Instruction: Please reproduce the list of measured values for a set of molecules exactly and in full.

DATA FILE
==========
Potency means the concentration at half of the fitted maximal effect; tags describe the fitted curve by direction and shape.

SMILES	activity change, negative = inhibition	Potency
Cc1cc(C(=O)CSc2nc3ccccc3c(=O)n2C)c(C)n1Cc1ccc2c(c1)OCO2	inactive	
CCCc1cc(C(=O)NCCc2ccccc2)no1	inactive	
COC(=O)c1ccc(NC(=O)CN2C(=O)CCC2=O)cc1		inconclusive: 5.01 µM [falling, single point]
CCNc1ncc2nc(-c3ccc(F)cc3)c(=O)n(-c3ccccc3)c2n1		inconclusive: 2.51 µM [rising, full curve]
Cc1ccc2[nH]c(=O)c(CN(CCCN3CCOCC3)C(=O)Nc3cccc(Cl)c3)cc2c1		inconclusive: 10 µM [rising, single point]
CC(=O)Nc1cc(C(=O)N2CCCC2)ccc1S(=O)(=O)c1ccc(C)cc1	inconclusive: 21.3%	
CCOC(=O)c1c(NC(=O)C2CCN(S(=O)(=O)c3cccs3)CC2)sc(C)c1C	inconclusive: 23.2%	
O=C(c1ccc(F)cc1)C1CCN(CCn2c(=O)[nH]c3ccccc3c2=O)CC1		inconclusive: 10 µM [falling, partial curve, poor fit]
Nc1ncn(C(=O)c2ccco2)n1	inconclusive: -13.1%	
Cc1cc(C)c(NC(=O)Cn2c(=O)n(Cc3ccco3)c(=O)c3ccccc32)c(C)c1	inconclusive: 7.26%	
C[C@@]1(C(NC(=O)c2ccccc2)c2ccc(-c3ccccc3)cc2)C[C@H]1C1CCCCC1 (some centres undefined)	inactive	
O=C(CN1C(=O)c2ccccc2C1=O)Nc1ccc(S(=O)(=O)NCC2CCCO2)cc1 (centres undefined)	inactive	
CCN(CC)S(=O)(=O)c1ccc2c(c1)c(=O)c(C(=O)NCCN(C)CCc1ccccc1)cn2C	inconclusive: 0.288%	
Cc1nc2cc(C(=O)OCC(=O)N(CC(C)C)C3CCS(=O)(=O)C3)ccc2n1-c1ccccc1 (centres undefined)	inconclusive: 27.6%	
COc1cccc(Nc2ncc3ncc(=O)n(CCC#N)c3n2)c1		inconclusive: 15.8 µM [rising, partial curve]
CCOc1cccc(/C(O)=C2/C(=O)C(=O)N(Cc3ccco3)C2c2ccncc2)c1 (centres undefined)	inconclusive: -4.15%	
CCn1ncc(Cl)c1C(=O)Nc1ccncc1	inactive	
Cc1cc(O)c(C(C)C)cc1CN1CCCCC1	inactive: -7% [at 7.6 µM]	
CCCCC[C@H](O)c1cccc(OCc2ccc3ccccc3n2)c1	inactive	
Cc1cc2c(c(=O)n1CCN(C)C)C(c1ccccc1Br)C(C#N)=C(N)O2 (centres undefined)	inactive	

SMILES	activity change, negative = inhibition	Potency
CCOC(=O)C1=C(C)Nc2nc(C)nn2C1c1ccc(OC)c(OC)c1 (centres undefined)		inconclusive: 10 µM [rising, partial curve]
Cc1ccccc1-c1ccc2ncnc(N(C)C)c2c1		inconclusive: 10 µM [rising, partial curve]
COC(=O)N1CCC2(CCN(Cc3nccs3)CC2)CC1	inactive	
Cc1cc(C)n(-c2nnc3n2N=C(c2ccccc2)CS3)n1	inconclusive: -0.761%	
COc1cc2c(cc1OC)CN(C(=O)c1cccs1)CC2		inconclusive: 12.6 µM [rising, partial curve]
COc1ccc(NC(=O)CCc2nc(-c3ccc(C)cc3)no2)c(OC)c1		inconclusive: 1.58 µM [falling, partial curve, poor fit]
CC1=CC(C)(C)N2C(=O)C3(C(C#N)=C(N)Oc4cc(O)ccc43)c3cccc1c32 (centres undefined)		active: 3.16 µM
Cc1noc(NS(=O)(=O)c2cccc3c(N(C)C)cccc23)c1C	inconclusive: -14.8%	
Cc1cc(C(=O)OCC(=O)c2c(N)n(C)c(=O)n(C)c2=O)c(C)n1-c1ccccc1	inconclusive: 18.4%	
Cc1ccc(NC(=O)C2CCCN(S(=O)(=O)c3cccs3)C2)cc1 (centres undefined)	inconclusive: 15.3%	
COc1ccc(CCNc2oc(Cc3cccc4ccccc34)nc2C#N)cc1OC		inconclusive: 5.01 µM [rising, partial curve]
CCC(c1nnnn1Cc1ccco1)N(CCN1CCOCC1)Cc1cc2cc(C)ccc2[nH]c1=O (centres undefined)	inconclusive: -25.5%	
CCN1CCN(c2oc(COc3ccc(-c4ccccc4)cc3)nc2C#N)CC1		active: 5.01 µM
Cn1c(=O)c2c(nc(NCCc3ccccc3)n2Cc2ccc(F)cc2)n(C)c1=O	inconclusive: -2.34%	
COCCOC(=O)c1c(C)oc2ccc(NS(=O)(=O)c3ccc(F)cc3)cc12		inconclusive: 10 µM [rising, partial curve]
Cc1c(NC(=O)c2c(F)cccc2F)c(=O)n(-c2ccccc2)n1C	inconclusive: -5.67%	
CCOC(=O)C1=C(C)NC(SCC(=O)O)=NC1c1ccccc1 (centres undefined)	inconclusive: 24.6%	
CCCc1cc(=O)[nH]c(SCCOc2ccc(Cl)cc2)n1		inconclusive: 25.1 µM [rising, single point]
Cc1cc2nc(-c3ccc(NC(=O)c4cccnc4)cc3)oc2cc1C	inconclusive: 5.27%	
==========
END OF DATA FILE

Potency means the concentration at half of the fitted maximal effect; tags describe the fitted curve by direction and shape.

SMILES	activity change, negative = inhibition	Potency
Cc1cc(C(=O)CSc2nc3ccccc3c(=O)n2C)c(C)n1Cc1ccc2c(c1)OCO2	inactive	
CCCc1cc(C(=O)NCCc2ccccc2)no1	inactive	
COC(=O)c1ccc(NC(=O)CN2C(=O)CCC2=O)cc1		inconclusive: 5.01 µM [falling, single point]
CCNc1ncc2nc(-c3ccc(F)cc3)c(=O)n(-c3ccccc3)c2n1		inconclusive: 2.51 µM [rising, full curve]
Cc1ccc2[nH]c(=O)c(CN(CCCN3CCOCC3)C(=O)Nc3cccc(Cl)c3)cc2c1		inconclusive: 10 µM [rising, single point]
CC(=O)Nc1cc(C(=O)N2CCCC2)ccc1S(=O)(=O)c1ccc(C)cc1	inconclusive: 21.3%	
CCOC(=O)c1c(NC(=O)C2CCN(S(=O)(=O)c3cccs3)CC2)sc(C)c1C	inconclusive: 23.2%	
O=C(c1ccc(F)cc1)C1CCN(CCn2c(=O)[nH]c3ccccc3c2=O)CC1		inconclusive: 10 µM [falling, partial curve, poor fit]
Nc1ncn(C(=O)c2ccco2)n1	inconclusive: -13.1%	
Cc1cc(C)c(NC(=O)Cn2c(=O)n(Cc3ccco3)c(=O)c3ccccc32)c(C)c1	inconclusive: 7.26%	
C[C@@]1(C(NC(=O)c2ccccc2)c2ccc(-c3ccccc3)cc2)C[C@H]1C1CCCCC1 (some centres undefined)	inactive	
O=C(CN1C(=O)c2ccccc2C1=O)Nc1ccc(S(=O)(=O)NCC2CCCO2)cc1 (centres undefined)	inactive	
CCN(CC)S(=O)(=O)c1ccc2c(c1)c(=O)c(C(=O)NCCN(C)CCc1ccccc1)cn2C	inconclusive: 0.288%	
Cc1nc2cc(C(=O)OCC(=O)N(CC(C)C)C3CCS(=O)(=O)C3)ccc2n1-c1ccccc1 (centres undefined)	inconclusive: 27.6%	
COc1cccc(Nc2ncc3ncc(=O)n(CCC#N)c3n2)c1		inconclusive: 15.8 µM [rising, partial curve]
CCOc1cccc(/C(O)=C2/C(=O)C(=O)N(Cc3ccco3)C2c2ccncc2)c1 (centres undefined)	inconclusive: -4.15%	
CCn1ncc(Cl)c1C(=O)Nc1ccncc1	inactive	
Cc1cc(O)c(C(C)C)cc1CN1CCCCC1	inactive: -7% [at 7.6 µM]	
CCCCC[C@H](O)c1cccc(OCc2ccc3ccccc3n2)c1	inactive	
Cc1cc2c(c(=O)n1CCN(C)C)C(c1ccccc1Br)C(C#N)=C(N)O2 (centres undefined)	inactive	

SMILES	activity change, negative = inhibition	Potency
CCOC(=O)C1=C(C)Nc2nc(C)nn2C1c1ccc(OC)c(OC)c1 (centres undefined)		inconclusive: 10 µM [rising, partial curve]
Cc1ccccc1-c1ccc2ncnc(N(C)C)c2c1		inconclusive: 10 µM [rising, partial curve]
COC(=O)N1CCC2(CCN(Cc3nccs3)CC2)CC1	inactive	
Cc1cc(C)n(-c2nnc3n2N=C(c2ccccc2)CS3)n1	inconclusive: -0.761%	
COc1cc2c(cc1OC)CN(C(=O)c1cccs1)CC2		inconclusive: 12.6 µM [rising, partial curve]
COc1ccc(NC(=O)CCc2nc(-c3ccc(C)cc3)no2)c(OC)c1		inconclusive: 1.58 µM [falling, partial curve, poor fit]
CC1=CC(C)(C)N2C(=O)C3(C(C#N)=C(N)Oc4cc(O)ccc43)c3cccc1c32 (centres undefined)		active: 3.16 µM
Cc1noc(NS(=O)(=O)c2cccc3c(N(C)C)cccc23)c1C	inconclusive: -14.8%	
Cc1cc(C(=O)OCC(=O)c2c(N)n(C)c(=O)n(C)c2=O)c(C)n1-c1ccccc1	inconclusive: 18.4%	
Cc1ccc(NC(=O)C2CCCN(S(=O)(=O)c3cccs3)C2)cc1 (centres undefined)	inconclusive: 15.3%	
COc1ccc(CCNc2oc(Cc3cccc4ccccc34)nc2C#N)cc1OC		inconclusive: 5.01 µM [rising, partial curve]
CCC(c1nnnn1Cc1ccco1)N(CCN1CCOCC1)Cc1cc2cc(C)ccc2[nH]c1=O (centres undefined)	inconclusive: -25.5%	
CCN1CCN(c2oc(COc3ccc(-c4ccccc4)cc3)nc2C#N)CC1		active: 5.01 µM
Cn1c(=O)c2c(nc(NCCc3ccccc3)n2Cc2ccc(F)cc2)n(C)c1=O	inconclusive: -2.34%	
COCCOC(=O)c1c(C)oc2ccc(NS(=O)(=O)c3ccc(F)cc3)cc12		inconclusive: 10 µM [rising, partial curve]
Cc1c(NC(=O)c2c(F)cccc2F)c(=O)n(-c2ccccc2)n1C	inconclusive: -5.67%	
CCOC(=O)C1=C(C)NC(SCC(=O)O)=NC1c1ccccc1 (centres undefined)	inconclusive: 24.6%	
CCCc1cc(=O)[nH]c(SCCOc2ccc(Cl)cc2)n1		inconclusive: 25.1 µM [rising, single point]
Cc1cc2nc(-c3ccc(NC(=O)c4cccnc4)cc3)oc2cc1C	inconclusive: 5.27%	